Turkey's audacious move has enraged its rivals in the region and cleared the way for a dramatic escalation in the 9 year-long Libyan civil war. It has also forced leaders in Europe and Washington to decide how they will counter Turkey's plan to defend the U.N-recognized Government of National Accord (GNA), and to extend its maritime borders from Europe to Africa basically creating "a water corridor through the eastern Mediterranean linking the coasts of Turkey and Libya."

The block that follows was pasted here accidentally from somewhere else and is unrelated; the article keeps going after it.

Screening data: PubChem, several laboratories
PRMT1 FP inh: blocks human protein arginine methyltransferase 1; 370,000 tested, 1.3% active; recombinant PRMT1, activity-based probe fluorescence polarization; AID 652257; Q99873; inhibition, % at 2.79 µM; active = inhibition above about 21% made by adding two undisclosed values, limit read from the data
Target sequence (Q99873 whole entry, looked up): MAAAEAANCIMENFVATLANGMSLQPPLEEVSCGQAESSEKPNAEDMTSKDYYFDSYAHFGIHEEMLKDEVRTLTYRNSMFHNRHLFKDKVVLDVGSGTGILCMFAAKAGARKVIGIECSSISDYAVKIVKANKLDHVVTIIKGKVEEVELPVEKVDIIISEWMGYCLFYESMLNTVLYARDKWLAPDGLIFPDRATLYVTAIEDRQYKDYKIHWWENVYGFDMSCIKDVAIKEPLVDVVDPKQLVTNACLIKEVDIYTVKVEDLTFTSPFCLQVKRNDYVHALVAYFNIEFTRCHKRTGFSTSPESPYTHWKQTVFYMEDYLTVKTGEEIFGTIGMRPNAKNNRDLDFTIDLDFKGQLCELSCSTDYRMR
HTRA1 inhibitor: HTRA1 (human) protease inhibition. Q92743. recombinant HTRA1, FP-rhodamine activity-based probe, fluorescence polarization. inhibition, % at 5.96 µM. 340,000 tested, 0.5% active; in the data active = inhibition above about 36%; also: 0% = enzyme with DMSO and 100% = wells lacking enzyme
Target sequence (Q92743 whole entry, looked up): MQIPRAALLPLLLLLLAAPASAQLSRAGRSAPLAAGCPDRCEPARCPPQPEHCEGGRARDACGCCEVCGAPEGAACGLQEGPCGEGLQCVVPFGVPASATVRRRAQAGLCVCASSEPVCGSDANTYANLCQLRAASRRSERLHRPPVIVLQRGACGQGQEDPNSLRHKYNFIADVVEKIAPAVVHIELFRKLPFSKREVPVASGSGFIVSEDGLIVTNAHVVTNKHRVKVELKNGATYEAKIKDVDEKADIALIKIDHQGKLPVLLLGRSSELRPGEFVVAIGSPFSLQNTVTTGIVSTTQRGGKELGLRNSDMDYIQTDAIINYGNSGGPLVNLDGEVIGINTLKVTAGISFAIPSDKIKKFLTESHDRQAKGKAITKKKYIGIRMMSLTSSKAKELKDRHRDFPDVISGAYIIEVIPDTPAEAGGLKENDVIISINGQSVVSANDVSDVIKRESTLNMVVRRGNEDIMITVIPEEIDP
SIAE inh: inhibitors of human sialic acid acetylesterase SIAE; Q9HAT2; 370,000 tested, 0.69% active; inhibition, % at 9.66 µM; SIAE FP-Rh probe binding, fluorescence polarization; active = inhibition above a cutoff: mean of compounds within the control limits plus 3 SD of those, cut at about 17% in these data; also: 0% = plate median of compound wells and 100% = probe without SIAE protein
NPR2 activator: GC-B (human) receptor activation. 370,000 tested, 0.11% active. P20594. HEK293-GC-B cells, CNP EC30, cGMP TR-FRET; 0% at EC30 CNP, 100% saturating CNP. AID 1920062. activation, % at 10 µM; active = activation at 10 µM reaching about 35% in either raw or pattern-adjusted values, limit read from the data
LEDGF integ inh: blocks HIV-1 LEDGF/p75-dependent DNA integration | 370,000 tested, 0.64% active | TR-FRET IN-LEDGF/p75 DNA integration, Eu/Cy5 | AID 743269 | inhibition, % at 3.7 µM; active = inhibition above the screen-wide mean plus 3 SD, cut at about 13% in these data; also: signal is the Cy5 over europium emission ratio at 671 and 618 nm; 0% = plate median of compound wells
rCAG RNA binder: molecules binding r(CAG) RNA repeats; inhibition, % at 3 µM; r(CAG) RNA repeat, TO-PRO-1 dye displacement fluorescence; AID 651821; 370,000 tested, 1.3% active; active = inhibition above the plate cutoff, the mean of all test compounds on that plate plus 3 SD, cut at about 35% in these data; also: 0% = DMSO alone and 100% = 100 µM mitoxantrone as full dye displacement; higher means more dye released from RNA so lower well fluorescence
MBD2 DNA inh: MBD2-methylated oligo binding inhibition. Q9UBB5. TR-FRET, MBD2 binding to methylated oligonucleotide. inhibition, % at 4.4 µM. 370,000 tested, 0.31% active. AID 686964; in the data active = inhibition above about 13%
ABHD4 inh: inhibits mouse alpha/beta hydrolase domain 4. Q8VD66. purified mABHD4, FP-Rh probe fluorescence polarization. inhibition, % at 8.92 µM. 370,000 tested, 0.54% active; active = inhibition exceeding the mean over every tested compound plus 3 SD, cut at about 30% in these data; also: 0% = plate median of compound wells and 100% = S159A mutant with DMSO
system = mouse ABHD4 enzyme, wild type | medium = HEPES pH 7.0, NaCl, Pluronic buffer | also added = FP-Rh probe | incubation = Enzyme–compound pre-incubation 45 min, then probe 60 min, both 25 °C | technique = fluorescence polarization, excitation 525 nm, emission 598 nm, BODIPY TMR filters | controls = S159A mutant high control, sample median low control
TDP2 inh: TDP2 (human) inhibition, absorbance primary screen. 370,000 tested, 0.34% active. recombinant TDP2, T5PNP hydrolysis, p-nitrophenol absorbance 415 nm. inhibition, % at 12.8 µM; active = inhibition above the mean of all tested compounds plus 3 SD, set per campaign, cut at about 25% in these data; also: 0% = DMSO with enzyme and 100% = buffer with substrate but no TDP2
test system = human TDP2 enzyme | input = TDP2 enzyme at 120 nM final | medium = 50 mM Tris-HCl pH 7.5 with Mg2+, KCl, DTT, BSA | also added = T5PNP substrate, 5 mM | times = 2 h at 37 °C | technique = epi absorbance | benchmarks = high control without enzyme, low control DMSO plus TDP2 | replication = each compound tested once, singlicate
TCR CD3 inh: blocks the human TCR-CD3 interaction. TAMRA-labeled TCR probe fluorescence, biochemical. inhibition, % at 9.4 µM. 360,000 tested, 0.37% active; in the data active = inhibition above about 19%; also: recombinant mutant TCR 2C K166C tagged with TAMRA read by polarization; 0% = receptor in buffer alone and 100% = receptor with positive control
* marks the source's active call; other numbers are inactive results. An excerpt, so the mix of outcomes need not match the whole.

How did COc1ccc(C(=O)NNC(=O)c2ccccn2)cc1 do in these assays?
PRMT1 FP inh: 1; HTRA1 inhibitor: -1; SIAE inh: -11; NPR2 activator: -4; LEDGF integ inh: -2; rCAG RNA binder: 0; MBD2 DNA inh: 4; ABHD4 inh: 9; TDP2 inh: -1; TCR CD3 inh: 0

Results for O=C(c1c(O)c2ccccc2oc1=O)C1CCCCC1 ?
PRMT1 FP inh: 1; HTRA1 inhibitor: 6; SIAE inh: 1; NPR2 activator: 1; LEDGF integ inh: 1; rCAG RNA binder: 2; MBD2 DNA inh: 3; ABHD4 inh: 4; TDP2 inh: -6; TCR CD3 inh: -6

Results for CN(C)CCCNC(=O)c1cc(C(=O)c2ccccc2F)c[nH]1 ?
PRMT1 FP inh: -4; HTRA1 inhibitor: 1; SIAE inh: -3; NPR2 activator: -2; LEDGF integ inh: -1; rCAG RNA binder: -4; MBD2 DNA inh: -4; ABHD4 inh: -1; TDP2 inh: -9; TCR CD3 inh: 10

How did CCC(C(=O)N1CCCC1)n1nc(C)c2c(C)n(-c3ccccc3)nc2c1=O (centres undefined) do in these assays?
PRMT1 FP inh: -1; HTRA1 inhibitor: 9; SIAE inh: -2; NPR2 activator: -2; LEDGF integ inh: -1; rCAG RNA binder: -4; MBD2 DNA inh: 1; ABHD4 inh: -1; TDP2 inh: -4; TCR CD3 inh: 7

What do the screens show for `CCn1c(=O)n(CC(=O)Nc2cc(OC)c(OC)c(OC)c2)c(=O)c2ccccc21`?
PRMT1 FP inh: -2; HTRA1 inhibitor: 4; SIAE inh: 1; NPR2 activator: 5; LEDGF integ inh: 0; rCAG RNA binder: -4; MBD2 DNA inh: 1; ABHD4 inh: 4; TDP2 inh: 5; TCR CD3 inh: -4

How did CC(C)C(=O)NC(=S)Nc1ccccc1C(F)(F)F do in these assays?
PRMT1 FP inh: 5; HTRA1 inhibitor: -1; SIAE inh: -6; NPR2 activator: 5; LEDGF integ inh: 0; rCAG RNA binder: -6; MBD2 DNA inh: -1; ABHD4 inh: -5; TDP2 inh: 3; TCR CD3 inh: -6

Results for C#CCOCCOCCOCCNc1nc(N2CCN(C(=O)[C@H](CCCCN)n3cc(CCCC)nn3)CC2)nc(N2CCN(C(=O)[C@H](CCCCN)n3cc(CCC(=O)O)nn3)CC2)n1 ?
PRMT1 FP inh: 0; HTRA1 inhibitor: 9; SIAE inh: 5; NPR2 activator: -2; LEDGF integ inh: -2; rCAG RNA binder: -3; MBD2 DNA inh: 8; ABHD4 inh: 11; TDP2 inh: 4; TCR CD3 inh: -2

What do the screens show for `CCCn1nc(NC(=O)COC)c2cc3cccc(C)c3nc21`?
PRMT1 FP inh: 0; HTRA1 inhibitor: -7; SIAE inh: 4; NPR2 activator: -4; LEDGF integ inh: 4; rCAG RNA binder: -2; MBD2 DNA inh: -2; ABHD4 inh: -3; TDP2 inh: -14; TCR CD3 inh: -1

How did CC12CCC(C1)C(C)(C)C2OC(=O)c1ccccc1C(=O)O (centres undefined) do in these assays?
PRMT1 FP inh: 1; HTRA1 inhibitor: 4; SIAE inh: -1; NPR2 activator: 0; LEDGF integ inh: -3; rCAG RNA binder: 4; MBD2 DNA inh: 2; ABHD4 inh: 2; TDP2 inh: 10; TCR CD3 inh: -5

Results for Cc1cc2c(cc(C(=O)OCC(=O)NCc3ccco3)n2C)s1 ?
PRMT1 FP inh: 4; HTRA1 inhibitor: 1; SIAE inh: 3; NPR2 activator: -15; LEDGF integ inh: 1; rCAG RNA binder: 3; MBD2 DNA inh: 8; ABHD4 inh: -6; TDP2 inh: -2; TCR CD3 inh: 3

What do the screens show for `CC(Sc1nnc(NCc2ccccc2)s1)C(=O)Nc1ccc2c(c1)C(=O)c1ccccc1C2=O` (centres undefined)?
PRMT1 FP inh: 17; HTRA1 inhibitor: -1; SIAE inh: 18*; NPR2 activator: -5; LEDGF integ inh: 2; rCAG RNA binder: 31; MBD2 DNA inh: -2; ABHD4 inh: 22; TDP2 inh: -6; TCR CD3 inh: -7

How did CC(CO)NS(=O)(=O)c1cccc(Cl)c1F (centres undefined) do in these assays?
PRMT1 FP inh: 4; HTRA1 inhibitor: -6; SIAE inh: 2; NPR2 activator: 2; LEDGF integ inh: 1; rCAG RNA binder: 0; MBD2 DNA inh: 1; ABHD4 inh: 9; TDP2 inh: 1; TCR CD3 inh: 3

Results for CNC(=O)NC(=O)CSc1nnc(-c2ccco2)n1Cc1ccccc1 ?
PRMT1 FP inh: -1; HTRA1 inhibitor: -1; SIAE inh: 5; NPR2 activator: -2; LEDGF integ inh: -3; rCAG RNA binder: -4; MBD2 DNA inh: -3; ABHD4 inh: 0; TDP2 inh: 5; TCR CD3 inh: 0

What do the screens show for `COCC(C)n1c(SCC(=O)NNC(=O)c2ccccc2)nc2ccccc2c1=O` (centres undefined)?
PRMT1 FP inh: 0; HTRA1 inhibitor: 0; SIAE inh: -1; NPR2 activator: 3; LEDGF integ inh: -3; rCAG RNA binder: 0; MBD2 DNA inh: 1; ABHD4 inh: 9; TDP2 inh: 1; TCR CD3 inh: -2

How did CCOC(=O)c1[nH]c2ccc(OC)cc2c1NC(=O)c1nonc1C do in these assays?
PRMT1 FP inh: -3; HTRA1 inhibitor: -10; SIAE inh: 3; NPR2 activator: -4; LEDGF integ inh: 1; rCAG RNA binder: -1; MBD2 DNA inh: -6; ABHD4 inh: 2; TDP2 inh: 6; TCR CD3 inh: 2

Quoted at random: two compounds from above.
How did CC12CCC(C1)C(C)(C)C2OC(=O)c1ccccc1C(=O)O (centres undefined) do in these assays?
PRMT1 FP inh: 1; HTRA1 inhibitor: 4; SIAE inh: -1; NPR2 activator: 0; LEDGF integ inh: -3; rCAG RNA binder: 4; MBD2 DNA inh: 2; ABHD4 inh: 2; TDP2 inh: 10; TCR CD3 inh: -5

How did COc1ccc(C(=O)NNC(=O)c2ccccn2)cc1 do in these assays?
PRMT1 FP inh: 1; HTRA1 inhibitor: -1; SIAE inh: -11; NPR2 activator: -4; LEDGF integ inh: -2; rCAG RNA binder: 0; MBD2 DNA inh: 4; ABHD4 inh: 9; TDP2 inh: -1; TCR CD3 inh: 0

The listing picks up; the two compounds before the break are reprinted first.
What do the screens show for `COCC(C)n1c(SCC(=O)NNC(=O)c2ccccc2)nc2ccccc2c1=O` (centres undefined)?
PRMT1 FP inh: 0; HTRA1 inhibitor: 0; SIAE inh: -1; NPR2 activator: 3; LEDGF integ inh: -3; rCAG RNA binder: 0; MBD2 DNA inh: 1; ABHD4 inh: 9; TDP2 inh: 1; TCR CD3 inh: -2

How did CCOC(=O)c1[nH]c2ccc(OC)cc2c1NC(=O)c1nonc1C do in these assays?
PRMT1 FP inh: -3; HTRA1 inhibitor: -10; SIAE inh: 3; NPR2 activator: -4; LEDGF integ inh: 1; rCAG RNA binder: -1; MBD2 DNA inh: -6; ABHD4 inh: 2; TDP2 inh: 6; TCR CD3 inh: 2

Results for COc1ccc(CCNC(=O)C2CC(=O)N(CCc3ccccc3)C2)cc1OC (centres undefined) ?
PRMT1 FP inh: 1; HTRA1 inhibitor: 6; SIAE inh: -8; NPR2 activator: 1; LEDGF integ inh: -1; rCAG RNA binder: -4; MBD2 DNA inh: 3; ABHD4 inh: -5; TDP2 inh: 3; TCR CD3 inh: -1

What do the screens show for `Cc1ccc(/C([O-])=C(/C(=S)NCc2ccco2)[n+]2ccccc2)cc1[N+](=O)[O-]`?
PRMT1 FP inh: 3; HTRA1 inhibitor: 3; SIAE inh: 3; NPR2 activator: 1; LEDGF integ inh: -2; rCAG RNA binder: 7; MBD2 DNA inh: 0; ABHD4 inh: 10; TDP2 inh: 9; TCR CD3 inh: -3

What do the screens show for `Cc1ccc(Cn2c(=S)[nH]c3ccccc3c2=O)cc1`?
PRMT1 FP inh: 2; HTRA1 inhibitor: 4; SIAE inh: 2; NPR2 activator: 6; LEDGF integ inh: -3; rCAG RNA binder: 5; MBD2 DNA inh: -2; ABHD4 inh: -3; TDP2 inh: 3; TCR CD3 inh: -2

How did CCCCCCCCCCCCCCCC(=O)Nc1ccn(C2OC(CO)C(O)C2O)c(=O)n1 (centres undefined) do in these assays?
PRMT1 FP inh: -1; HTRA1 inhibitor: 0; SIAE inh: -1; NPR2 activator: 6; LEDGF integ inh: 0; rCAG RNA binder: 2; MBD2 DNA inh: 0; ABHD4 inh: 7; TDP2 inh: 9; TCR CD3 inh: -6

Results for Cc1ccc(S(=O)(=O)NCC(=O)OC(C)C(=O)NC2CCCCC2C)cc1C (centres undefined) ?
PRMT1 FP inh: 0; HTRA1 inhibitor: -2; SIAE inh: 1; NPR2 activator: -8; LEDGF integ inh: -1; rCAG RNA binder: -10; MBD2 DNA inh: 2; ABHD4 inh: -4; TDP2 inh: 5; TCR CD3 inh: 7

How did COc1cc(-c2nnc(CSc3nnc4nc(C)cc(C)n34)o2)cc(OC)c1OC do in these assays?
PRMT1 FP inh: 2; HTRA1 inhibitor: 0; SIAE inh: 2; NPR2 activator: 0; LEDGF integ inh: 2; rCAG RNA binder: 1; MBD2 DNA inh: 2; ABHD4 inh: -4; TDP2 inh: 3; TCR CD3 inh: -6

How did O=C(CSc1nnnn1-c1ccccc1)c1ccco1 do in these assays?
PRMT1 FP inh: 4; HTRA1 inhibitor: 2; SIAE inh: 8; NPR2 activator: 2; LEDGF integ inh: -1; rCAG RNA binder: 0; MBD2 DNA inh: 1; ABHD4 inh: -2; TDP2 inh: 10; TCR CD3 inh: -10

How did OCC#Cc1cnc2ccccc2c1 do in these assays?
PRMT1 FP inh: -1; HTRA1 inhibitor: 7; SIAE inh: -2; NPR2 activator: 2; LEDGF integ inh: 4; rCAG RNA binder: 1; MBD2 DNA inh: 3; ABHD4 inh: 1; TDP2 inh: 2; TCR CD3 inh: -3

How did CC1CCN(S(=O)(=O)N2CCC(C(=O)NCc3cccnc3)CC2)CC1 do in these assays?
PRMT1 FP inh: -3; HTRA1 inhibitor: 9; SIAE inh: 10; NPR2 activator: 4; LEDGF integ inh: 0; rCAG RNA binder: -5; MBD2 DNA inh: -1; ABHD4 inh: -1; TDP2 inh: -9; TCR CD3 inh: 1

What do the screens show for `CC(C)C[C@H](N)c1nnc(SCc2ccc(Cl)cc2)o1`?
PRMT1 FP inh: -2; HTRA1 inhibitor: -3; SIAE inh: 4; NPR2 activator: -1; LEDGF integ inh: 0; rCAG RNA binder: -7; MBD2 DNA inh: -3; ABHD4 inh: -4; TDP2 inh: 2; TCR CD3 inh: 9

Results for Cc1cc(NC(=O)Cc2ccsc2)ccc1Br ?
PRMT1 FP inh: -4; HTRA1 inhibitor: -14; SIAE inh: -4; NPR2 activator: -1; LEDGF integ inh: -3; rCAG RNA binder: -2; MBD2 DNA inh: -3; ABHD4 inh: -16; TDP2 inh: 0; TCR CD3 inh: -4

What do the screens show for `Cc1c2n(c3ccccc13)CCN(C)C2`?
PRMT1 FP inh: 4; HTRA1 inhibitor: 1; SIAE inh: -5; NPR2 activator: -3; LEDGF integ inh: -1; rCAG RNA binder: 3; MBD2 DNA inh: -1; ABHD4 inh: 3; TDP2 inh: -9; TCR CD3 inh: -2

Leaders in Ankara believe that the agreement "is a major coup in energy geopolitics" that helps defend Turkey's "sovereign rights against the gatekeepers of the regional status quo." But Turkey's rivals strongly disagree. They see the deal as a naked power grab that undermines their ability to transport natural gas from the East Mediterranean to Europe without crossing Turkish waters. In any event, the Turkey-Libya agreement has set the stage for a broader conflict that will unavoidably involve Egypt, Israel, UAE, Saudi Arabia, Europe, Russia and the United States. All parties appear to have abandoned diplomatic channels altogether and are, instead, preparing for war.